CalCIMA Files Lawsuit Seeking to Protect Mineral Resources
SACRAMENTO — The California Construction and Industrial Materials Association ("CalCIMA") filed a lawsuit in Superior Court seeking to set aside Ventura County's approval of a sweeping, first of its kind, wildlife corridor zoning designation impacting thousands of acres of land.
The lawsuit makes clear the County action, done absent any environmental review, severely restricts future development of thousands of acres of an already short supply of mineral resources (known as construction aggregates) needed to expand affordable housing and build and repair roads and other transportation infrastructure in the region.
According to the California Department of Conservation, Ventura County already has less than half the permitted construction aggregate it needs to meet future demand. Reducing an already short supply means residents will have to rely on other regions for future building materials. And that means trucking materials across greater distances which results in higher costs to residents, increased traffic on local roads and increased impacts to local air quality.
“This is precisely the scenario environmental and general planning and natural resource conservation laws were enacted to avoid,” CalCIMA President and CEO Gary Hambly stated.
In 1982, the State Mining and Geology Board designated thousands of acres of important Ventura County construction aggregate mineral resources as being significant to the region's needs, after first preparing an environmental impact report (EIR) in accordance with the California Environmental Quality Act (CEQA).
In contrast, in placing its new zoning overlay over the very same lands, the County acted unilaterally, bypassing CEQA requirements, and failing to undertake important safeguards under state law to protect regionally important mineral resources, or to comply with the County's own goals, policies, and programs in place to protect those resources.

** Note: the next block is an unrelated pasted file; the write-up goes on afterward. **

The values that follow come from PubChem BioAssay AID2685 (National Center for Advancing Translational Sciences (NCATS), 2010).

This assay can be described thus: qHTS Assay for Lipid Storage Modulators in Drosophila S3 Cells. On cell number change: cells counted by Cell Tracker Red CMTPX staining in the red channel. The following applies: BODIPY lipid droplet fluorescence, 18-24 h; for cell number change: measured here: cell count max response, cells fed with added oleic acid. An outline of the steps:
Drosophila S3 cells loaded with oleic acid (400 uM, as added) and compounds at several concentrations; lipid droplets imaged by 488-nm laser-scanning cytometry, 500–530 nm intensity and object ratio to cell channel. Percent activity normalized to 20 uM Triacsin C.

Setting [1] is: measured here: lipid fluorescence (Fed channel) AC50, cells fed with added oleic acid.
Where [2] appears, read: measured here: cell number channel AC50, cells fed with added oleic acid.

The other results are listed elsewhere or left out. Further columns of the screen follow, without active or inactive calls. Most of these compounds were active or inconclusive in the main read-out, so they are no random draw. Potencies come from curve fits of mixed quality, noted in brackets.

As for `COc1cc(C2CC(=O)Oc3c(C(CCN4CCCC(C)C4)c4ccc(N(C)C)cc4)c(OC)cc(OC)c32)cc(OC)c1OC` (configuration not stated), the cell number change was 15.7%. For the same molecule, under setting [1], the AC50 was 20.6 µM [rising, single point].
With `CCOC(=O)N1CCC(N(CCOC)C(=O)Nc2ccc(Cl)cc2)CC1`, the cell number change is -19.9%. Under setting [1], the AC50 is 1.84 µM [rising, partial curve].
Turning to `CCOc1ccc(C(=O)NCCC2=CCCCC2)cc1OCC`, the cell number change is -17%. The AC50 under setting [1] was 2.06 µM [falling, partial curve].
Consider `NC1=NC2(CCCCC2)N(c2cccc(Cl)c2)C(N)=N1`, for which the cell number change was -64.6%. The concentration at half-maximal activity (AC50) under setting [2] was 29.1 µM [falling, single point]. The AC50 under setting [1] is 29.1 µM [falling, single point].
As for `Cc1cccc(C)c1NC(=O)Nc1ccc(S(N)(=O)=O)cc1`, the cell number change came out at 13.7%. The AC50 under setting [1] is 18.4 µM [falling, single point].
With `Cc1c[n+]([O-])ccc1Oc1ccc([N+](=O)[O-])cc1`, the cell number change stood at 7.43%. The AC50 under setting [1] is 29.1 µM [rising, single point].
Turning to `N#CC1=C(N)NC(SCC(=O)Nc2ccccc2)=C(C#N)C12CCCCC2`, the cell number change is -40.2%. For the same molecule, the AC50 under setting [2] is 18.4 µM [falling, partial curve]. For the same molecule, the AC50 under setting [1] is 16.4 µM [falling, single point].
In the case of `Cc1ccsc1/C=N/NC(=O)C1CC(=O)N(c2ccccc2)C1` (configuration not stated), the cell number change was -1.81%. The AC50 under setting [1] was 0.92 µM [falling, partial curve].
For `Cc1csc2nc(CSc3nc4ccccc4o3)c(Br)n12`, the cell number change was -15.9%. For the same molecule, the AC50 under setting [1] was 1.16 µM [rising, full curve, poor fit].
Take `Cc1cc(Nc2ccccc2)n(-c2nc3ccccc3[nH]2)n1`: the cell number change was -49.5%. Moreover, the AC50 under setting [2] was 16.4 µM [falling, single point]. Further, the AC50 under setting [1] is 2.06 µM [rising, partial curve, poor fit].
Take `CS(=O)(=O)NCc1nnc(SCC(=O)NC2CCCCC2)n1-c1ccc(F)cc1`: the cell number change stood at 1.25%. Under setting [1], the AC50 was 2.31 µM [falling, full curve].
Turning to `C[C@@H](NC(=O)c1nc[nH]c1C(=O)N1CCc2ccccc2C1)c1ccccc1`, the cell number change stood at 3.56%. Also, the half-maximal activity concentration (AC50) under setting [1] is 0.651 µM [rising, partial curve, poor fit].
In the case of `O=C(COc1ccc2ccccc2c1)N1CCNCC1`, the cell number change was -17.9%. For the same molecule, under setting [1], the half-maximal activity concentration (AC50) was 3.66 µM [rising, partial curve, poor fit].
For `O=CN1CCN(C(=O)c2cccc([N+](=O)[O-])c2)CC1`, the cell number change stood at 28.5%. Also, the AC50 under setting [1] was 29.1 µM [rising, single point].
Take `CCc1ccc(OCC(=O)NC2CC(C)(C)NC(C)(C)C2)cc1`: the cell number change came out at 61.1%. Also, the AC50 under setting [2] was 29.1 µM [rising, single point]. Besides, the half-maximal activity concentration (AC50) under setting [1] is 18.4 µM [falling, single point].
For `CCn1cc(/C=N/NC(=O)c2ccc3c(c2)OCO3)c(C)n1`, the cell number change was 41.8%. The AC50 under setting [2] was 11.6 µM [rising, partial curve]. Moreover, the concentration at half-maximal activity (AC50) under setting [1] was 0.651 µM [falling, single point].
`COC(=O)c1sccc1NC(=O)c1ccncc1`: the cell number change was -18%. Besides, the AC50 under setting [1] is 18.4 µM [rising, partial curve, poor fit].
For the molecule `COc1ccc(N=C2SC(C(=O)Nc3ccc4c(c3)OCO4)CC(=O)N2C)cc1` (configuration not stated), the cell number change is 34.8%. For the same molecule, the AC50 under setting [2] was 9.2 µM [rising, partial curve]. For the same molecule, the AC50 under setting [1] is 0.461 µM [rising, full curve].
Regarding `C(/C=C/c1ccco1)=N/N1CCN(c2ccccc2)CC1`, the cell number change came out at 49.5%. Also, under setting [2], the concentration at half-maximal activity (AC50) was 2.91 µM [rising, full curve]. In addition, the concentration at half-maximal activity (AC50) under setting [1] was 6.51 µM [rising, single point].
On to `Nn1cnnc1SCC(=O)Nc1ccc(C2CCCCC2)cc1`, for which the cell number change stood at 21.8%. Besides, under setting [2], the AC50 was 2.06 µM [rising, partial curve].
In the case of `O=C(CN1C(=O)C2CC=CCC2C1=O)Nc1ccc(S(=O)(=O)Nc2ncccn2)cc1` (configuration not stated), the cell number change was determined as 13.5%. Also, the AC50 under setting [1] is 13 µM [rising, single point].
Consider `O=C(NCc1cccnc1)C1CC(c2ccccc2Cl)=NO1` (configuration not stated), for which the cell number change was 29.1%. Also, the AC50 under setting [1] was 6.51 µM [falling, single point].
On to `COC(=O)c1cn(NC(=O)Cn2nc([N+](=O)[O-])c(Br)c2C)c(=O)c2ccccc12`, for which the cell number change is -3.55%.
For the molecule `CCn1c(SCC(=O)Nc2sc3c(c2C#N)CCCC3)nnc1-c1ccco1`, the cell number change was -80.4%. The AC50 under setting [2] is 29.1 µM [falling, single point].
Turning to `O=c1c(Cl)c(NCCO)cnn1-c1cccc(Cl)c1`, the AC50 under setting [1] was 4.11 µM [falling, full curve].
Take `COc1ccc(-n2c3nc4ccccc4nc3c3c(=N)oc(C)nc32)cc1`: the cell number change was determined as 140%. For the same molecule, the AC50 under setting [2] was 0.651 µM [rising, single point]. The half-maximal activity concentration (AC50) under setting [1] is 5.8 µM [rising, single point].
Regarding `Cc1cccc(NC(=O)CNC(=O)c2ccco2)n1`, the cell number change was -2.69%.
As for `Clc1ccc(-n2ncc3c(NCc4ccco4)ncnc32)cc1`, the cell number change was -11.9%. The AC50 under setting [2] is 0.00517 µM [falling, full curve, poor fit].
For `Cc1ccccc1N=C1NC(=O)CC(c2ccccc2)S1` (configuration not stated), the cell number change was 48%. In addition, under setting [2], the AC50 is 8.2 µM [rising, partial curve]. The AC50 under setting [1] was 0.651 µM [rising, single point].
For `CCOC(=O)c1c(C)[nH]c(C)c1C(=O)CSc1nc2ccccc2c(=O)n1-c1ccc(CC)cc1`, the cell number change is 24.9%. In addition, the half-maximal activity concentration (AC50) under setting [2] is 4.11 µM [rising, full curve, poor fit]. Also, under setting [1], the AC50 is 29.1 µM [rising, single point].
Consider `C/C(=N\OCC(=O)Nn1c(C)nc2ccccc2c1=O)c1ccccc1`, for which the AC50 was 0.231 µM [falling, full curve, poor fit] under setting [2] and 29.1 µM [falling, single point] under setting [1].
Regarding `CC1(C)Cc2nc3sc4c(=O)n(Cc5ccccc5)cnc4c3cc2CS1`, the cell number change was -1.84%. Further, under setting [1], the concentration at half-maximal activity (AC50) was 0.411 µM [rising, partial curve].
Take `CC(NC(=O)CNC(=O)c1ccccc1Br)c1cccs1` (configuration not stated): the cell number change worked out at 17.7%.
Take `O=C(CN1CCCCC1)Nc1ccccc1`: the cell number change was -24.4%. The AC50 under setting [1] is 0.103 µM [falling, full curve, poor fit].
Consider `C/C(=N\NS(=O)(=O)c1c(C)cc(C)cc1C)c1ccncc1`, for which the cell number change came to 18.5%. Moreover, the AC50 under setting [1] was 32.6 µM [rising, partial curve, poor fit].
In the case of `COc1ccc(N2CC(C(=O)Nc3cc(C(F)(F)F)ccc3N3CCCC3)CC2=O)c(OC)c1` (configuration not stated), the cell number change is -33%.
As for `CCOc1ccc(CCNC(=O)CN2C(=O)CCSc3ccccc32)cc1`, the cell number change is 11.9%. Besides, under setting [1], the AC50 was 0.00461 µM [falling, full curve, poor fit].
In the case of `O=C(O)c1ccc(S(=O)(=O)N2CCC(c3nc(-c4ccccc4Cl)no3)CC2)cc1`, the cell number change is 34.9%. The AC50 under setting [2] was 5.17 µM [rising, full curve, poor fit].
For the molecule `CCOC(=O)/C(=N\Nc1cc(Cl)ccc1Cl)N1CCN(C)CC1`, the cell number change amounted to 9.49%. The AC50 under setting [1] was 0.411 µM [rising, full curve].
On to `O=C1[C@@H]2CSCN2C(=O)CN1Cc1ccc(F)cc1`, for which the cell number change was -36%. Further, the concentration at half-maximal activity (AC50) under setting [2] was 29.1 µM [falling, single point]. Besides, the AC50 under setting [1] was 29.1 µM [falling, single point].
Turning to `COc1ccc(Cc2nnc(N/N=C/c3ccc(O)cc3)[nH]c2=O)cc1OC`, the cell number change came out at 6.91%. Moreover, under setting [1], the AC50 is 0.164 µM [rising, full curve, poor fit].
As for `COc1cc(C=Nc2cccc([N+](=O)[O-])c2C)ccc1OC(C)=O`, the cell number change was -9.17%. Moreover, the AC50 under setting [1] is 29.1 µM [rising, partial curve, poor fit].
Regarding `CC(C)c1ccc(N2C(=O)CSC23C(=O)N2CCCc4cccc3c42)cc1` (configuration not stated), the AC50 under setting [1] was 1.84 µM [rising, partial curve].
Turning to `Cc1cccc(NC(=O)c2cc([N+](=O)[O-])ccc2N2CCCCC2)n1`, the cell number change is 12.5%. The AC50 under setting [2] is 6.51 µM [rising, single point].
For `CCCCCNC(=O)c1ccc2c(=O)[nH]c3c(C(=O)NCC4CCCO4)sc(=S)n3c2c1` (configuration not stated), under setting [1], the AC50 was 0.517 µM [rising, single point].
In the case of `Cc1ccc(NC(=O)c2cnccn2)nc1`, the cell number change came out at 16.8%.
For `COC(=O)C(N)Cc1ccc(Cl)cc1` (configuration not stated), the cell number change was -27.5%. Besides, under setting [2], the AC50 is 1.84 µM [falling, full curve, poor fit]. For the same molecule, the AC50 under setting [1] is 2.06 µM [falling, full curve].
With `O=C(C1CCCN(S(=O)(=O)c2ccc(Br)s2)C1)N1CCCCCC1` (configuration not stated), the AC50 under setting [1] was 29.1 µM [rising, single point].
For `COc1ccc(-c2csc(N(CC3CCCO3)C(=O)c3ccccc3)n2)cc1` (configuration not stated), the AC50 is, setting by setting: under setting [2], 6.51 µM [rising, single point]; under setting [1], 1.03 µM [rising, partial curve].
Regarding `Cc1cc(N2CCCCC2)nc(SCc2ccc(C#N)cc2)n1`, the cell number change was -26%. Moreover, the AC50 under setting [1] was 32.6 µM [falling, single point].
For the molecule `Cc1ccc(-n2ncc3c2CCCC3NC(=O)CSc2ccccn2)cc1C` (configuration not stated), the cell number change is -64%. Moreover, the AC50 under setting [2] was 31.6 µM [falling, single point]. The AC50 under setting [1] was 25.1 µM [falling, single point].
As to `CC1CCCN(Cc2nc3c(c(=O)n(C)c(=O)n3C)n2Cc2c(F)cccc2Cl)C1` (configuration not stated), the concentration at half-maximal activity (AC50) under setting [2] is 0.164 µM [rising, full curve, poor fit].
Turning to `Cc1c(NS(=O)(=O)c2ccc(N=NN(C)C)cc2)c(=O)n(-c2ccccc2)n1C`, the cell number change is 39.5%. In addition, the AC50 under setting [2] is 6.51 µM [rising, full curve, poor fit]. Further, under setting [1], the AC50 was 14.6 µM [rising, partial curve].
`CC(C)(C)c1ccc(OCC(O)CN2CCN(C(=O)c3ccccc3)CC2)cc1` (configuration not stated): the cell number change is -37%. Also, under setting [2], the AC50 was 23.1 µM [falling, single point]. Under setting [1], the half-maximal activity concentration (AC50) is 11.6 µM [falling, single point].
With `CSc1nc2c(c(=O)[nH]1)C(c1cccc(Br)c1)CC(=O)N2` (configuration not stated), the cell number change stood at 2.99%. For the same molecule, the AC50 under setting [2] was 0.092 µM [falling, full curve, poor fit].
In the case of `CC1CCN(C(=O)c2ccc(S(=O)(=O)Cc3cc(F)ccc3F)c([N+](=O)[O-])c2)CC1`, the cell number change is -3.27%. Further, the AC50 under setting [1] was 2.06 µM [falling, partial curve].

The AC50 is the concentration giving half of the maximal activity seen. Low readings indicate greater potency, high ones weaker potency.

Also ignored were comments from a multitude of stakeholders, including several from CalCIMA, urging staff and County decision makers to slow down in order to allow time for study and analysis of the consequences prior to taking action, including balancing and mitigating the potential for impact to natural resources.
Because of this, CalCIMA had little choice but to file suit in Superior Court in the County of Ventura asking the Court to set aside the County's approval of the zoning ordinance because of the failure to first analyze the project under CEQA or to comply with state law requirements for protection of mineral resources.
“In the end, we are confident the courts will agree that assuring compatibility with designated mineral resources is more than just an option, it is a legal requirement, and one that must be reviewed under
CEQA before actions are taken that could threaten those resources,” stated Kerry Shapiro, CalCIMA General Counsel.
The lawsuit is available here. https://www.calcima.org/Files/Publications/CalCIMAvCountyofVentura.PDF
For more information, please contact:
California Construction and Industrial Materials Association
1029 J Street Suite 420
Sacramento, CA 95814
Or CalCIMA Counsel Kerry Shapiro
Kerry Shapiro, Esq.
Jeffer Mangels Butler & Mitchell LLP
Two Embarcadero Center, 5th floor
San Francisco, CA 94111